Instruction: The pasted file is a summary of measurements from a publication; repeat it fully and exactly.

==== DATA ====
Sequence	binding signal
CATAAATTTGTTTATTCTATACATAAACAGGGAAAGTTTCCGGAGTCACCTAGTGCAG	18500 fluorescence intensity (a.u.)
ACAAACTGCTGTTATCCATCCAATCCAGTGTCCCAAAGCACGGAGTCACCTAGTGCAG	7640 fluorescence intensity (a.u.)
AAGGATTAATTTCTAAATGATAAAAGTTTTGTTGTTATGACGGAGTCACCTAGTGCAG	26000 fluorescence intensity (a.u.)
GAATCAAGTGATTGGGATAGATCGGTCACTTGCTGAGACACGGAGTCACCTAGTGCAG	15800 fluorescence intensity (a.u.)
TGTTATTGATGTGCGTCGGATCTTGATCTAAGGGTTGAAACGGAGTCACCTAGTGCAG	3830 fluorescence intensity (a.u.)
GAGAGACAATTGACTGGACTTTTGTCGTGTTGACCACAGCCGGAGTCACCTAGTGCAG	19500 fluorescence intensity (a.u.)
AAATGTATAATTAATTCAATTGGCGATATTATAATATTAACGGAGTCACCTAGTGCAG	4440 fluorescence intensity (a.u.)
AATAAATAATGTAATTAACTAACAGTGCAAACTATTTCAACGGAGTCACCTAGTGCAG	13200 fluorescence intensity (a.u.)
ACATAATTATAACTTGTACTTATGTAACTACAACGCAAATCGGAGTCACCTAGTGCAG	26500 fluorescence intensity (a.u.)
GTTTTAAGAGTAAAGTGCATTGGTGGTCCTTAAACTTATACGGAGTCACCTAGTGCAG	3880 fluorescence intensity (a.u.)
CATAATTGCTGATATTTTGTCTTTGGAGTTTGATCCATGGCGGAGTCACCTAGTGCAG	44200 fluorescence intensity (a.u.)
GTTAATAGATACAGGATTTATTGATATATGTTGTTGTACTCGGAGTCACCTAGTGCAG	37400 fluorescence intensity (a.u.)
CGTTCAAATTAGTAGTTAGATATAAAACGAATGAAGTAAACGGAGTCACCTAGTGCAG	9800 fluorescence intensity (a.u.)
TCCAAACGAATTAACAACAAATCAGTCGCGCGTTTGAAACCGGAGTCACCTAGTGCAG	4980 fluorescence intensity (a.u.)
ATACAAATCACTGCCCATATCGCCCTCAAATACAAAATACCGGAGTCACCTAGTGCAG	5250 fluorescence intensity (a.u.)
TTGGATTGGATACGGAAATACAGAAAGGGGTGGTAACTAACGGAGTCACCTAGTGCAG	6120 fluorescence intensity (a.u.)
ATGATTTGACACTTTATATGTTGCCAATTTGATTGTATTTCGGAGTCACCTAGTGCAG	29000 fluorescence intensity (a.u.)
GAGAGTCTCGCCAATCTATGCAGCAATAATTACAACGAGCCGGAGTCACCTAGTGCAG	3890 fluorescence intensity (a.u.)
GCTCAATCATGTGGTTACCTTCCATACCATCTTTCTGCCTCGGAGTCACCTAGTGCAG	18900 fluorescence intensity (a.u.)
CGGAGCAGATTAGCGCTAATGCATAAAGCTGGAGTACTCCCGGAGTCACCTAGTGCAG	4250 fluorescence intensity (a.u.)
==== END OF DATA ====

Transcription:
Sequence	binding signal
CATAAATTTGTTTATTCTATACATAAACAGGGAAAGTTTCCGGAGTCACCTAGTGCAG	18500 fluorescence intensity (a.u.)
ACAAACTGCTGTTATCCATCCAATCCAGTGTCCCAAAGCACGGAGTCACCTAGTGCAG	7640 fluorescence intensity (a.u.)
AAGGATTAATTTCTAAATGATAAAAGTTTTGTTGTTATGACGGAGTCACCTAGTGCAG	26000 fluorescence intensity (a.u.)
GAATCAAGTGATTGGGATAGATCGGTCACTTGCTGAGACACGGAGTCACCTAGTGCAG	15800 fluorescence intensity (a.u.)
TGTTATTGATGTGCGTCGGATCTTGATCTAAGGGTTGAAACGGAGTCACCTAGTGCAG	3830 fluorescence intensity (a.u.)
GAGAGACAATTGACTGGACTTTTGTCGTGTTGACCACAGCCGGAGTCACCTAGTGCAG	19500 fluorescence intensity (a.u.)
AAATGTATAATTAATTCAATTGGCGATATTATAATATTAACGGAGTCACCTAGTGCAG	4440 fluorescence intensity (a.u.)
AATAAATAATGTAATTAACTAACAGTGCAAACTATTTCAACGGAGTCACCTAGTGCAG	13200 fluorescence intensity (a.u.)
ACATAATTATAACTTGTACTTATGTAACTACAACGCAAATCGGAGTCACCTAGTGCAG	26500 fluorescence intensity (a.u.)
GTTTTAAGAGTAAAGTGCATTGGTGGTCCTTAAACTTATACGGAGTCACCTAGTGCAG	3880 fluorescence intensity (a.u.)
CATAATTGCTGATATTTTGTCTTTGGAGTTTGATCCATGGCGGAGTCACCTAGTGCAG	44200 fluorescence intensity (a.u.)
GTTAATAGATACAGGATTTATTGATATATGTTGTTGTACTCGGAGTCACCTAGTGCAG	37400 fluorescence intensity (a.u.)
CGTTCAAATTAGTAGTTAGATATAAAACGAATGAAGTAAACGGAGTCACCTAGTGCAG	9800 fluorescence intensity (a.u.)
TCCAAACGAATTAACAACAAATCAGTCGCGCGTTTGAAACCGGAGTCACCTAGTGCAG	4980 fluorescence intensity (a.u.)
ATACAAATCACTGCCCATATCGCCCTCAAATACAAAATACCGGAGTCACCTAGTGCAG	5250 fluorescence intensity (a.u.)
TTGGATTGGATACGGAAATACAGAAAGGGGTGGTAACTAACGGAGTCACCTAGTGCAG	6120 fluorescence intensity (a.u.)
ATGATTTGACACTTTATATGTTGCCAATTTGATTGTATTTCGGAGTCACCTAGTGCAG	29000 fluorescence intensity (a.u.)
GAGAGTCTCGCCAATCTATGCAGCAATAATTACAACGAGCCGGAGTCACCTAGTGCAG	3890 fluorescence intensity (a.u.)
GCTCAATCATGTGGTTACCTTCCATACCATCTTTCTGCCTCGGAGTCACCTAGTGCAG	18900 fluorescence intensity (a.u.)
CGGAGCAGATTAGCGCTAATGCATAAAGCTGGAGTACTCCCGGAGTCACCTAGTGCAG	4250 fluorescence intensity (a.u.)